Nobody expected "Dr. No" to be anything more than a pleasant little spy flick, so when it became an overnight sensation, launching the James Bond franchise, the studio was eager to cash in. So the follow-up, "From Russia with Love," was pushed out exactly one year after the 1962 release of "Dr. No" -- an incredibly short turnaround, even by the generally quicker standards of that era.
In fact, the first four Bond films came out in 1962, '63, '64 and '65. They finally decided to give Sean Connery a year off before coming back with "You Only Live Twice" in 1967. Then they gave Connery the boot, reportedly because he was too old, even though the actor was still in his 30s. He came back for 1971's "Diamonds Are Forever," and again in 1983 for "Never Say Never Again."
Connery was an unknown Scottish actor when he achieved stardom, but in "Russia" you can start to see him making the Bond role his own. There's a streak of cruelty and misogyny to the character, even more starkly than in "Dr. No." Bond's assignment here is to romance a Russian agent to get his hands on a Lektor, a decoding machine and classic cinematic red herring (i.e., no one knows exactly what it is or what it does, except that it's important and everyone wants it).
What Bond doesn't know is that the agent, Tatiana Romanova (Daniela Bianchi), has been co-opted by the evil crime syndicate SPECTRE into believing she's working for Mother Russia. In fact, their plan is to help Bond steal the Lektor, then have their own agent kill Bond to claim it and sell back to the Soviets at great profit.
So there are scenes where Bond goes from wooing the girl to slapping her around in the blink of an eye. There's little attempt to mollify audiences into thinking Bond is doing anything other than using her. Sex becomes just another weapon in his vast arsenal.
A few interesting additions for the second Bond film. We have the first appearance of a "Q" figure who outfits the superspy with some new gadgets. In this case, he gets a nifty briefcase that emits a stun gas if you don't open a certain way, a hidden stash of gold coins and a pop-out knife. Pretty crude stuff compared to what would come later. But then, the movie only cost $2.5 million to make -- more than doubling the budget of "Dr. No."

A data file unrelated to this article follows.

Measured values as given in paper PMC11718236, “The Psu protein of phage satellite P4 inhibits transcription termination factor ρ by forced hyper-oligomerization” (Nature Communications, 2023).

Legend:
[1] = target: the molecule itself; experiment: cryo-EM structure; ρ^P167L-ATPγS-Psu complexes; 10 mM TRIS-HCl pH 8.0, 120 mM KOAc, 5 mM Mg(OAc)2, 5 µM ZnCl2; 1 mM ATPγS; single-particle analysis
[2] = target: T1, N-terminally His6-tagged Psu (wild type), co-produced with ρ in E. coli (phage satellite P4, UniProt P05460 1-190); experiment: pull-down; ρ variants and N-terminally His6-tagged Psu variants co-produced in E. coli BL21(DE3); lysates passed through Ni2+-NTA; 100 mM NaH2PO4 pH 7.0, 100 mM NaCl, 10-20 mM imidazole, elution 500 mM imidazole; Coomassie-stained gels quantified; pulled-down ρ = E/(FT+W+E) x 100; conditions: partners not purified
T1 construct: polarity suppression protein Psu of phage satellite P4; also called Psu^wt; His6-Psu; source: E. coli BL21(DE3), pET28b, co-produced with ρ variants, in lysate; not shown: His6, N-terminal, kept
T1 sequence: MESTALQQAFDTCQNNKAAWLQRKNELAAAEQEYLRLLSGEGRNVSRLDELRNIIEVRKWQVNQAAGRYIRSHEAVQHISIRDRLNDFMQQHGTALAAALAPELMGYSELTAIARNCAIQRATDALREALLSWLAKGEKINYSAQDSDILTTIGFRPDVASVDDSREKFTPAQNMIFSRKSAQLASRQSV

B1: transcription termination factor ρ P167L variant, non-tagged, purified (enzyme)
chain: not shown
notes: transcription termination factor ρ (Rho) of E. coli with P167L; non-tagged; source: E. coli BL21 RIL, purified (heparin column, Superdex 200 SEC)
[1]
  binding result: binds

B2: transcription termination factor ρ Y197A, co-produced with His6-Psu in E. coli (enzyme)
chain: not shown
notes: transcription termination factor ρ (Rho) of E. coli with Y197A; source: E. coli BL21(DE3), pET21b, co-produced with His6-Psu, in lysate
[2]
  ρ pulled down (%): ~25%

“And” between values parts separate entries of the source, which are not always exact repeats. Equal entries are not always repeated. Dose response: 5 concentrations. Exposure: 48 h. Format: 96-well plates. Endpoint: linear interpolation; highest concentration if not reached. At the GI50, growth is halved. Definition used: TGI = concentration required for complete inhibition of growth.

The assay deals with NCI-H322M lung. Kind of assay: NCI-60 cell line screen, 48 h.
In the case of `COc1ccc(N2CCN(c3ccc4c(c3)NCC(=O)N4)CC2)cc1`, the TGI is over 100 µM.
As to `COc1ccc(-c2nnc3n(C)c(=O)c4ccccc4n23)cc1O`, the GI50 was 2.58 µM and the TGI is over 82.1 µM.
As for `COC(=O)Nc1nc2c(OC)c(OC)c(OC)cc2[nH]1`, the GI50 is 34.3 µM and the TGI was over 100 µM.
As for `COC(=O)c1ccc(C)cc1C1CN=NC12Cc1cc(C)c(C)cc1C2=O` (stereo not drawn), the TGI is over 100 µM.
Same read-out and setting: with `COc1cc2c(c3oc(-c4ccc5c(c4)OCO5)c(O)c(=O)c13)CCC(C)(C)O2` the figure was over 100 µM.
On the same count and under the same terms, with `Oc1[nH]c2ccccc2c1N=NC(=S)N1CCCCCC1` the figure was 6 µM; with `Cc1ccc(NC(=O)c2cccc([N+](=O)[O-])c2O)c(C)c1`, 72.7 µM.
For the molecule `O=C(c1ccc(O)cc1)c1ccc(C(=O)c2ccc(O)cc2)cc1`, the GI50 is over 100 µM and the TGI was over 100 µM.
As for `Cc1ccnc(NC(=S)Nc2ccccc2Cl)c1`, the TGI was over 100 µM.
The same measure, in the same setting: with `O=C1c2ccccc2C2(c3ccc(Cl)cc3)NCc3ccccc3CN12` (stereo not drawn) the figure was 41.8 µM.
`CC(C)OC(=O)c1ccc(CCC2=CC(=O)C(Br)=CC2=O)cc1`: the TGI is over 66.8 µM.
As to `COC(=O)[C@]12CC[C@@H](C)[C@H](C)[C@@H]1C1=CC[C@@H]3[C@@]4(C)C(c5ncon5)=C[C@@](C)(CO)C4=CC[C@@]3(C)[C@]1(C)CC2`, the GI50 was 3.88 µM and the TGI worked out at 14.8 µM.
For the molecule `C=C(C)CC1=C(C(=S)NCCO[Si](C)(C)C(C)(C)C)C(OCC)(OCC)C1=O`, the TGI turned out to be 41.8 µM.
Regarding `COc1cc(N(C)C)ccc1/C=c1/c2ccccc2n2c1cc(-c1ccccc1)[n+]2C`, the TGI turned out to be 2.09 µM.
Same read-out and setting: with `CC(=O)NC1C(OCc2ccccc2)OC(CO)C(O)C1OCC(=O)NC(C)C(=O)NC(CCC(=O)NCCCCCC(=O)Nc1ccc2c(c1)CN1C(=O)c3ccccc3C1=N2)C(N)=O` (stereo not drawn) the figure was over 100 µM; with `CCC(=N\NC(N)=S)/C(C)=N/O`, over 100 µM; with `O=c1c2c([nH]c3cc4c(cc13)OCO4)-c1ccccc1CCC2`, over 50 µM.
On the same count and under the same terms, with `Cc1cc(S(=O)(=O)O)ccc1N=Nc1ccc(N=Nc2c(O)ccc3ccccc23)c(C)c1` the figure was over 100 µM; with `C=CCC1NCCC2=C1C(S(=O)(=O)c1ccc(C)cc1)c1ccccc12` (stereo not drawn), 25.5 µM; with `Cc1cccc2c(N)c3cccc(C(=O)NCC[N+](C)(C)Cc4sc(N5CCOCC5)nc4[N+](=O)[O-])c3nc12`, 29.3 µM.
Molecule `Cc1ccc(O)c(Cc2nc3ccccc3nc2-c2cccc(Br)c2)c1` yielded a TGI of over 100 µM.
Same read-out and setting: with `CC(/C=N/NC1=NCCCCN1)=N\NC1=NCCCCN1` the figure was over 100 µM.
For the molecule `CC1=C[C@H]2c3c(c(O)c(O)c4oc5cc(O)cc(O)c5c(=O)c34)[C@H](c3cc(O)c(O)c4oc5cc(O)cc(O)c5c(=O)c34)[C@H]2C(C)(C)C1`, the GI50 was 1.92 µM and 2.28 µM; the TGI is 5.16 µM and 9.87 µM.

We also have the first appearance of what would become a spy film archetype -- the older female villain with a lesbian overtone. Here it's the Russian colonel Rosa Klebb, who would seem to be the basis for her spoof version in the "Austin Powers" films, Frau Farbissina.
There's a boat chase with lots of explosions that's pretty impressive for 1963, and a side visit to a camp of gypsies that becomes high camp itself. All the gypsy women are barefoot and ready to knife one another over possession of a man, which must make for a pretty generous dating pool for gypsy guys. Knowing how competitive men are, they probably count how many chicks have been killed over them as a measure of their manliness.
There's also a top-notch villain for Bond to contend with, with the incomparable Robert Shaw as Red Grant, a psychotic criminal turned assassin by SPECTRE. It's hard to believe with his blinding blonde hair and rock-hard physique that this is the same actor who would portray the crusty, creased Captain Quint in "Jaws" a dozen years later.
Red has several chances to kill Bond and hesitates, and even saves his life during a melee at the gypsy camp, just so they can have their mano e mano showdown. And it's quite a doozy, taking place in the constrained quarters of a train sleeping car.
"From Russia with Love" is hardly one of the better James Bond movies, but it marked the evolution of the character from vanilla spy agent to iconic rogue.